LIMA — For about 277,000 Ohioans, the new year will bring about $1.20 more a day.
That $1.20 a day is due to the 15 cent increase to minimum wage, raising it to $8.10 an hour, a change Ohio Northern University Economics Associate Professor David McClough calls “minimal.”
“So few people are actually affected by minimum wage,” he said.
Beginning Thursday, employers will have to pay the $1.20 more a day, plus taxes, per minimum wage employee, but McClough says the change shouldn’t adversely affect employers or the economy, as it’s more of a political issue.
The Meeting Place on Market has a few employees who earn minimum wage and owner Jennifer Brogee said she’s happy about the increase.
“I think our economy doesn’t pay retail and restaurant workers enough overall,” she said. “Honestly we’d rather pay more than minimum wage.”
Brogee said the café starts employees out at minimum wage and adjusts pay based on experience. Of its 14 workers, she said only a few are paid minimum wage.
The 277,000 workers affected includes tipped workers, who get a raise of 7 cents, to $4.05 an hour, according to a release from Policy Matters Ohio, a nonpartisan organization that studies Ohio’s economy.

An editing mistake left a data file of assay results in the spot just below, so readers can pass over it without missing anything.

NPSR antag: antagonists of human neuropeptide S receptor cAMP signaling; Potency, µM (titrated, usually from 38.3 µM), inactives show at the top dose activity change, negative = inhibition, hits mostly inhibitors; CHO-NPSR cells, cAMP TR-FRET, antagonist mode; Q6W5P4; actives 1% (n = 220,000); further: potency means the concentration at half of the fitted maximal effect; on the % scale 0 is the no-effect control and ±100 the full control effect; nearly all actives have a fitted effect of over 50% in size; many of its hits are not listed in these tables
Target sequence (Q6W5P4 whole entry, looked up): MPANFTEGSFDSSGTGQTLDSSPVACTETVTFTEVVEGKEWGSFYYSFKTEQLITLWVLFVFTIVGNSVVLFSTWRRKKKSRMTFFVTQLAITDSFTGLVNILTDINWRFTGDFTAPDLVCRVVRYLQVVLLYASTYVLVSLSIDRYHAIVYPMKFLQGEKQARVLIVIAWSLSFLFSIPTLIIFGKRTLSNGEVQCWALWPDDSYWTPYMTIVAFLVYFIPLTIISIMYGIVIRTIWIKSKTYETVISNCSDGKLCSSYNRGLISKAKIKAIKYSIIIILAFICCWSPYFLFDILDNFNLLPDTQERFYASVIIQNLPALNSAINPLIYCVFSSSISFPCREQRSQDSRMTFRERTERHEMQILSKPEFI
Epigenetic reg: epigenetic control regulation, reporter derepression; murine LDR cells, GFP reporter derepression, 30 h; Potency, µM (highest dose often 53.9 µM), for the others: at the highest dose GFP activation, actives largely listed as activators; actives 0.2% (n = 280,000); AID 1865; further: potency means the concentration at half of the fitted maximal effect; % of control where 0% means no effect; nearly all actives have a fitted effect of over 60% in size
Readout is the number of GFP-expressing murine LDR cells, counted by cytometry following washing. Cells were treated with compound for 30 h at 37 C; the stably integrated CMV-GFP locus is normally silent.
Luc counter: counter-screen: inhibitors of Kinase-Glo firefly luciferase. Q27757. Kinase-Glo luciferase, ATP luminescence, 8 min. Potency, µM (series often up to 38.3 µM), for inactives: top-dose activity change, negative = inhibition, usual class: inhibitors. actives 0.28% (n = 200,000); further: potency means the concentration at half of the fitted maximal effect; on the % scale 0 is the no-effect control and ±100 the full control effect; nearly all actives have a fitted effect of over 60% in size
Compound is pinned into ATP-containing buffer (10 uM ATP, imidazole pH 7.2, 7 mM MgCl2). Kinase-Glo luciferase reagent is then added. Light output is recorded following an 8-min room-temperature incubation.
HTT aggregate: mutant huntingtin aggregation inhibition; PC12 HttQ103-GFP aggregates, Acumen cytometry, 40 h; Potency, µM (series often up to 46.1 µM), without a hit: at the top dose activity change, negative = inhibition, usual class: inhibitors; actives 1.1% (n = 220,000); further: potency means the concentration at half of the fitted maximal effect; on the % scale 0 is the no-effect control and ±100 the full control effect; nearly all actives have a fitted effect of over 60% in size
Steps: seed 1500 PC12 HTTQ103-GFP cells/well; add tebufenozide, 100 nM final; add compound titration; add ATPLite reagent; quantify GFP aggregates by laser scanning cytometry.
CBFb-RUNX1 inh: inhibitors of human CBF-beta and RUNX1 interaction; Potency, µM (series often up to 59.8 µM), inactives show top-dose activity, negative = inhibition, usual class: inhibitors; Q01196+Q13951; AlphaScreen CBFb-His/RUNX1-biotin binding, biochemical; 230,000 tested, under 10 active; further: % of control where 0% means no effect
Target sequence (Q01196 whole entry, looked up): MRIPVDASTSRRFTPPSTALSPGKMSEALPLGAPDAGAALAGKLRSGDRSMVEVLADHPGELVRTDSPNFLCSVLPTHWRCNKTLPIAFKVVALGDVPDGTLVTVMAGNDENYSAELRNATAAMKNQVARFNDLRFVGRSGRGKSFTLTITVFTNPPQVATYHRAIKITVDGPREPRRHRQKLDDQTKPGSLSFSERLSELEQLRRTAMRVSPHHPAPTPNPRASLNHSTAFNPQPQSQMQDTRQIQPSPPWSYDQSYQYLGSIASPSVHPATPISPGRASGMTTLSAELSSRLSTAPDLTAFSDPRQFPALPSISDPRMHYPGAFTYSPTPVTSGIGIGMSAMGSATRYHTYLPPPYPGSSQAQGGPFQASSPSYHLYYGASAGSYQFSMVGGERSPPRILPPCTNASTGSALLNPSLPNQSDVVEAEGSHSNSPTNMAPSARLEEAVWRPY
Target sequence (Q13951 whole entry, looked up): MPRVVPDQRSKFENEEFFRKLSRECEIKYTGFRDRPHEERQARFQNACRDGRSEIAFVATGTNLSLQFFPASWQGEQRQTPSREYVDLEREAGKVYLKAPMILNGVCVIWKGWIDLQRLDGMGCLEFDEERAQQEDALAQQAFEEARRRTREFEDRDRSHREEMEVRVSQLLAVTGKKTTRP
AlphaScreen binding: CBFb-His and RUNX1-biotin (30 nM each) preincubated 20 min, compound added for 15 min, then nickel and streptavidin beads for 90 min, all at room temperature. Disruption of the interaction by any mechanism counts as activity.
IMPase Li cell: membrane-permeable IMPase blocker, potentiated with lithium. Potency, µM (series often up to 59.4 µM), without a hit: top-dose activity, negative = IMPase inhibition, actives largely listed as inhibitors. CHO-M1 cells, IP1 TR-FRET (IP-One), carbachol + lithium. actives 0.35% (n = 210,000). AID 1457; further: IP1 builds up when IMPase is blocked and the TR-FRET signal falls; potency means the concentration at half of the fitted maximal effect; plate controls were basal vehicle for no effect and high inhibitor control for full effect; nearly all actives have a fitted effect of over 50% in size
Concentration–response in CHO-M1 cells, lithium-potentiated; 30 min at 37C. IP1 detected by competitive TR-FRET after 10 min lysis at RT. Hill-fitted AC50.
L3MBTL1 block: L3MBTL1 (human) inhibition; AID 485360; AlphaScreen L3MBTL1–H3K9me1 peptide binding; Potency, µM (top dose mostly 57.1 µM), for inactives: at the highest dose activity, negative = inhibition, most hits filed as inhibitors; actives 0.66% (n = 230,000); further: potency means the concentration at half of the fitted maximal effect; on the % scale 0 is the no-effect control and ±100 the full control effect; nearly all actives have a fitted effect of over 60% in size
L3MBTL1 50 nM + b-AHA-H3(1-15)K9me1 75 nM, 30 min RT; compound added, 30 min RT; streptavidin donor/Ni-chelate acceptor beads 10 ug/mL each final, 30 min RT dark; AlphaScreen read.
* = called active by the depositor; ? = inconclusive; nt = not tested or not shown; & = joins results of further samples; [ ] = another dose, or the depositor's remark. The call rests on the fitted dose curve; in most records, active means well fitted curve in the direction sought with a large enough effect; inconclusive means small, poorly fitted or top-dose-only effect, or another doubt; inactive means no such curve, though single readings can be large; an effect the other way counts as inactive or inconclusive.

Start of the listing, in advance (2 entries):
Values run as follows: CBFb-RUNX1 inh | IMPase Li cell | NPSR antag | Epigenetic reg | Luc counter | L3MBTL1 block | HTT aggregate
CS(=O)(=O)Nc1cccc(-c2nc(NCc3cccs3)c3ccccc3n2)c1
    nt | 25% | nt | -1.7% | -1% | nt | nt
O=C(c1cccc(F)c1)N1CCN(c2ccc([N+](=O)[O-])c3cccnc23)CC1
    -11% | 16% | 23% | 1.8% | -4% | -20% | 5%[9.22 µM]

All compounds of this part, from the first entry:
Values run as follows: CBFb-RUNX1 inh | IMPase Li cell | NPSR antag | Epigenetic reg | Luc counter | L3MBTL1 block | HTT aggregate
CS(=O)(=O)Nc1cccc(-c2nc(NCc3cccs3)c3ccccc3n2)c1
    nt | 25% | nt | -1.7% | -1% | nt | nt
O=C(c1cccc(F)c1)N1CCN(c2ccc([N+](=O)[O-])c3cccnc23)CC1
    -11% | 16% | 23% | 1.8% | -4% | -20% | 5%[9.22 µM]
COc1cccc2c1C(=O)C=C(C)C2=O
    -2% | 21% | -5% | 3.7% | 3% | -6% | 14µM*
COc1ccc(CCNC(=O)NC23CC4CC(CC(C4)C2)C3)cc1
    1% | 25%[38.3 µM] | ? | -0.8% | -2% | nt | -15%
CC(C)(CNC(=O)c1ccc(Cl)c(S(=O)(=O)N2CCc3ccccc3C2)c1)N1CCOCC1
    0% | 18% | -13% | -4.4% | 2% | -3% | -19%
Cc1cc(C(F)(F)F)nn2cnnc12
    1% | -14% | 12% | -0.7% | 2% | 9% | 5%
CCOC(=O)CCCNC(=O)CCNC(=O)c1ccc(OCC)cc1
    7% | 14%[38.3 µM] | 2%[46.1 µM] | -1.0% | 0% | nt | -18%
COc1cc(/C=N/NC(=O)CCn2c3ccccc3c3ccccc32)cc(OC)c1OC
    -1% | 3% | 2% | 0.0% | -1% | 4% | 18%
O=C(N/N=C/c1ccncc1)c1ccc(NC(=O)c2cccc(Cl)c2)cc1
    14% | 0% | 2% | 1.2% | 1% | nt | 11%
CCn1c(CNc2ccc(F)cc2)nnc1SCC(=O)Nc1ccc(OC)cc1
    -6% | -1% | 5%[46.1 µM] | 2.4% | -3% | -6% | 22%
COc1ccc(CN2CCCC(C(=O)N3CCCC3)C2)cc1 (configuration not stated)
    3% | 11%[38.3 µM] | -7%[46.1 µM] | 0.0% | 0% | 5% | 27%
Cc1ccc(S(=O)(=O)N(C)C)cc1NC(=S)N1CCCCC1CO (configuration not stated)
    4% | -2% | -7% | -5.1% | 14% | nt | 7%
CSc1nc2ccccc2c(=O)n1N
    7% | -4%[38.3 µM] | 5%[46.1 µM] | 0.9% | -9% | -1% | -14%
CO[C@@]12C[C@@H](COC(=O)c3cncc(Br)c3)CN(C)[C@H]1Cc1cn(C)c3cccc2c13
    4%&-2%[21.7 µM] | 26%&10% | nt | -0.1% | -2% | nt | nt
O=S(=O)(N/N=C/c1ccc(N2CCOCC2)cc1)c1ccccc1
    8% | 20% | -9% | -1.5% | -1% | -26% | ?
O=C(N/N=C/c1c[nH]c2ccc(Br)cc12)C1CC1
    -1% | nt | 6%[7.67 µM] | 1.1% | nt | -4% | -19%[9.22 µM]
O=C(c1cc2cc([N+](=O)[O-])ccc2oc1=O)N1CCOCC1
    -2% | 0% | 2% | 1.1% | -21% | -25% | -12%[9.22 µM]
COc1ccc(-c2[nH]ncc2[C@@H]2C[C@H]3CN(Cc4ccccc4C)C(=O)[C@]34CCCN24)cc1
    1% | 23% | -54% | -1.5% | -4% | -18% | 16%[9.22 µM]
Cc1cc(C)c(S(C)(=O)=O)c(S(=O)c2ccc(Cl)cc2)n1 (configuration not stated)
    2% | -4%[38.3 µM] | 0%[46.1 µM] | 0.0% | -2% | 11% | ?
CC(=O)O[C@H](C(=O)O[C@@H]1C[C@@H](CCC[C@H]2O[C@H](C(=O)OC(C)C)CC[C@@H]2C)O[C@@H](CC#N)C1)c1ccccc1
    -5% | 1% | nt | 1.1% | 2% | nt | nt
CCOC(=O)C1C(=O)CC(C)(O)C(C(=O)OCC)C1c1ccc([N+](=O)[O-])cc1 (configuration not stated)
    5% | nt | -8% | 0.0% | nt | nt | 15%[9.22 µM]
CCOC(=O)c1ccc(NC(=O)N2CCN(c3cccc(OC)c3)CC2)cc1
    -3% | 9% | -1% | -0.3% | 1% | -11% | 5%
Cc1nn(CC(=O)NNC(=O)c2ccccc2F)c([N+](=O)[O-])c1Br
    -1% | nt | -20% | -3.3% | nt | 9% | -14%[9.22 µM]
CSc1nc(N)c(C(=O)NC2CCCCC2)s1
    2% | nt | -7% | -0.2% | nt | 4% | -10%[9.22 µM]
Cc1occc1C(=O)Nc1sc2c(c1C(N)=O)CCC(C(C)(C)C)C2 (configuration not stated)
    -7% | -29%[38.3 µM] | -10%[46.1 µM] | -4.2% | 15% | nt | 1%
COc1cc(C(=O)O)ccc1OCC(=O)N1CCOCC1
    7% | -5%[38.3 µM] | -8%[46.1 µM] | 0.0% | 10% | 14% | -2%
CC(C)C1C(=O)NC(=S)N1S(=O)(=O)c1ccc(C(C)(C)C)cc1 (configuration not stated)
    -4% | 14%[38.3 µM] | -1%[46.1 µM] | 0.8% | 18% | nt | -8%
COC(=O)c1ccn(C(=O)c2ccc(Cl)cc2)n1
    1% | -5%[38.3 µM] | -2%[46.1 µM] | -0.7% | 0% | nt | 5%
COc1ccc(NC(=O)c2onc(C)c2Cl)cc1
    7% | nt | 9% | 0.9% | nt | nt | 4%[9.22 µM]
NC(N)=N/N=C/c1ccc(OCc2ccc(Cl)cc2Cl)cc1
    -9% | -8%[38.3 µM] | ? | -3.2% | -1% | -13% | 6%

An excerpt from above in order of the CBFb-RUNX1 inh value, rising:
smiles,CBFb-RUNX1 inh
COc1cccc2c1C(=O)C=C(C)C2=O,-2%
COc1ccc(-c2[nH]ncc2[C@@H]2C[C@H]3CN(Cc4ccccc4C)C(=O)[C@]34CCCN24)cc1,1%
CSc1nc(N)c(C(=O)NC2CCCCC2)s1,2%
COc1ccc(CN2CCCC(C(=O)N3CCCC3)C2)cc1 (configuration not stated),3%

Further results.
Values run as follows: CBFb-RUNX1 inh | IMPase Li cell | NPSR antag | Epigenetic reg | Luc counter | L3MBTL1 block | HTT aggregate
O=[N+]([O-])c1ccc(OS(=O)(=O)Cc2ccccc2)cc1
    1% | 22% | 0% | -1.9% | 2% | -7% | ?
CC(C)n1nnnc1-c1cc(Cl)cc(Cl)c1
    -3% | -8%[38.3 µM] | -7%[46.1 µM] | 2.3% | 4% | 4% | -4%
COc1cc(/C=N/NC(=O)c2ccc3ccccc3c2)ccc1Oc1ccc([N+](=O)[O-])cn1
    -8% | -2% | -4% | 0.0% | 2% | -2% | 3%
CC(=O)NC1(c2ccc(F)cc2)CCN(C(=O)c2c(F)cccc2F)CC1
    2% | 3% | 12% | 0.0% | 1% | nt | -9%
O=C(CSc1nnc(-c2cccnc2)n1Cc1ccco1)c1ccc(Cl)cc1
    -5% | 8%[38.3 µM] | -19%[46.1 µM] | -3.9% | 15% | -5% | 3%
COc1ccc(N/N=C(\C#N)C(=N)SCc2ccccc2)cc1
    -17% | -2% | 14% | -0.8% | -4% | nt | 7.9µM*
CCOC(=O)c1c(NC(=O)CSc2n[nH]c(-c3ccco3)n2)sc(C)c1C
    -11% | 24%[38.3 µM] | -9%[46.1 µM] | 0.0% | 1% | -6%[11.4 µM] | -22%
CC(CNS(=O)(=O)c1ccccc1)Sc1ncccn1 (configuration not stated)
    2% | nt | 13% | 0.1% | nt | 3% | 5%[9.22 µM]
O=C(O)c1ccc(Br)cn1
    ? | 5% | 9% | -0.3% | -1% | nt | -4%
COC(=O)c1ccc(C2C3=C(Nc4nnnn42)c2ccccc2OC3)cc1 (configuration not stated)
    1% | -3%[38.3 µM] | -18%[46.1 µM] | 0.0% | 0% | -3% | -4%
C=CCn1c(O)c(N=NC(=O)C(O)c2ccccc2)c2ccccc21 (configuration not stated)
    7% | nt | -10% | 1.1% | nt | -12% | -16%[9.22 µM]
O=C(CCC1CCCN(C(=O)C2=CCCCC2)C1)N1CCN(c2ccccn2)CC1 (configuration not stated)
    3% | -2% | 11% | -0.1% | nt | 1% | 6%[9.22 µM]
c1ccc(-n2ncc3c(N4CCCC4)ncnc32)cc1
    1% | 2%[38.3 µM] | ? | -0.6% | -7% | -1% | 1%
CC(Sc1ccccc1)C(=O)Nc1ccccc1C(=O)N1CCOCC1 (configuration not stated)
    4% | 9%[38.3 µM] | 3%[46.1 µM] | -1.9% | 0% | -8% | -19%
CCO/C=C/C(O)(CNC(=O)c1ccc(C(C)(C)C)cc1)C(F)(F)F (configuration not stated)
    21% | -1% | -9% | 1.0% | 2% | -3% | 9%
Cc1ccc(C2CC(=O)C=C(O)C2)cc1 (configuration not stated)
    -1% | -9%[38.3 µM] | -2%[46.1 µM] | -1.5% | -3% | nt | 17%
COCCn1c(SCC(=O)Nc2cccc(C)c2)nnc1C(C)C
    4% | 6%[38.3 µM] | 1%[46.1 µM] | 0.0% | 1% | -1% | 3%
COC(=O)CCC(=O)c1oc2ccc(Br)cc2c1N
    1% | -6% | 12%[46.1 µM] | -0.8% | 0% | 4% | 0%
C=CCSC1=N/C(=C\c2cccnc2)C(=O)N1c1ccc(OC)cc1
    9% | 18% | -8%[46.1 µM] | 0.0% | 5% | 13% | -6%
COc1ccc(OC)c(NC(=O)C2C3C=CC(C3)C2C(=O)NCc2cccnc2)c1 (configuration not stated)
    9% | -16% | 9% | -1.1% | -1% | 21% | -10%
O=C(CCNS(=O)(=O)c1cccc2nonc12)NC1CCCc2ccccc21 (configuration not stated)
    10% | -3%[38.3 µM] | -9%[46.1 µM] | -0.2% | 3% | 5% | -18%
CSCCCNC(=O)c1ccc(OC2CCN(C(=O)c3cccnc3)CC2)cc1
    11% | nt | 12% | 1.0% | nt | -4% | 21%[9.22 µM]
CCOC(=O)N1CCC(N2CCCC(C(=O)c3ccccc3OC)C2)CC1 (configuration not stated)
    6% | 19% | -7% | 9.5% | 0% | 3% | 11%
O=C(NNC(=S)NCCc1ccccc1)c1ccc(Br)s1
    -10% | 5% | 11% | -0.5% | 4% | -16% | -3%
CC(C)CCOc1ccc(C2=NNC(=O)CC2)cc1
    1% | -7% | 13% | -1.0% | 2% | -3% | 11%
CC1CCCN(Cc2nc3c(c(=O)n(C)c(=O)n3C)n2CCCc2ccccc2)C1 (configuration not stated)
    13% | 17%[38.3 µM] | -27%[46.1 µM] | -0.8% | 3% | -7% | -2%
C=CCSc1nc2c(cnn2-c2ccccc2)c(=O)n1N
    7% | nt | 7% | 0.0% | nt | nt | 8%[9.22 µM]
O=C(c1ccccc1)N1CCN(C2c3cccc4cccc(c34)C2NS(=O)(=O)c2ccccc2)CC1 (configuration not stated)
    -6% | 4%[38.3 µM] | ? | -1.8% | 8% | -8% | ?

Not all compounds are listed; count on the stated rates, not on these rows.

Policy Matters has released a statement congratulating Ohio voters on a good decision, made in 2006, when the state approved an Ohio constitutional amendment allowing for annual rate adjustments, according to the organization.
Robert Nelson with The Met, a restaurant and wine bar in downtown Lima, said the increase won’t affect his bottom line.
The restaurant employs about six tipped minimum wage workers and nine employees overall who will be impacted by the change.
Though some say raising the minimum wage means less hiring and fewer jobs overall, Nelson said that isn’t the case with The Met.
“We are growing, we will be hiring,” he said.
Nelson said raising the minimum wage is important — as long as the economy calls for it.
“If the economy deems the minimum wage should go up due to a myriad of factors … then I believe the minimum wage should go up,” he said. “Should it be year in, year out as a given … I don’t believe so.”
Policy Matters and labor organization Ohio AFL-CIO seem to believe the increase was not enough and are calling for more.
“As cities and states around the country raise their wages above both the national and the Ohio level, it’s time for Ohio to boost its wage above the $8.10 level,” said Amy Hanauer, executive director of Policy Matters Ohio, in a statement. “It’s time for Ohio to update our policy to better reflect our economic reality. While $8.10 an hour is better than $7.95, people still can’t live on that wage.”
The increase will help, but it won’t solve the problem, said Ohio AFL-CIO President Tim Burga, in a statement.
“We have put Ohio on the forefront of this economic advance, but there is still a long way to go,” he said.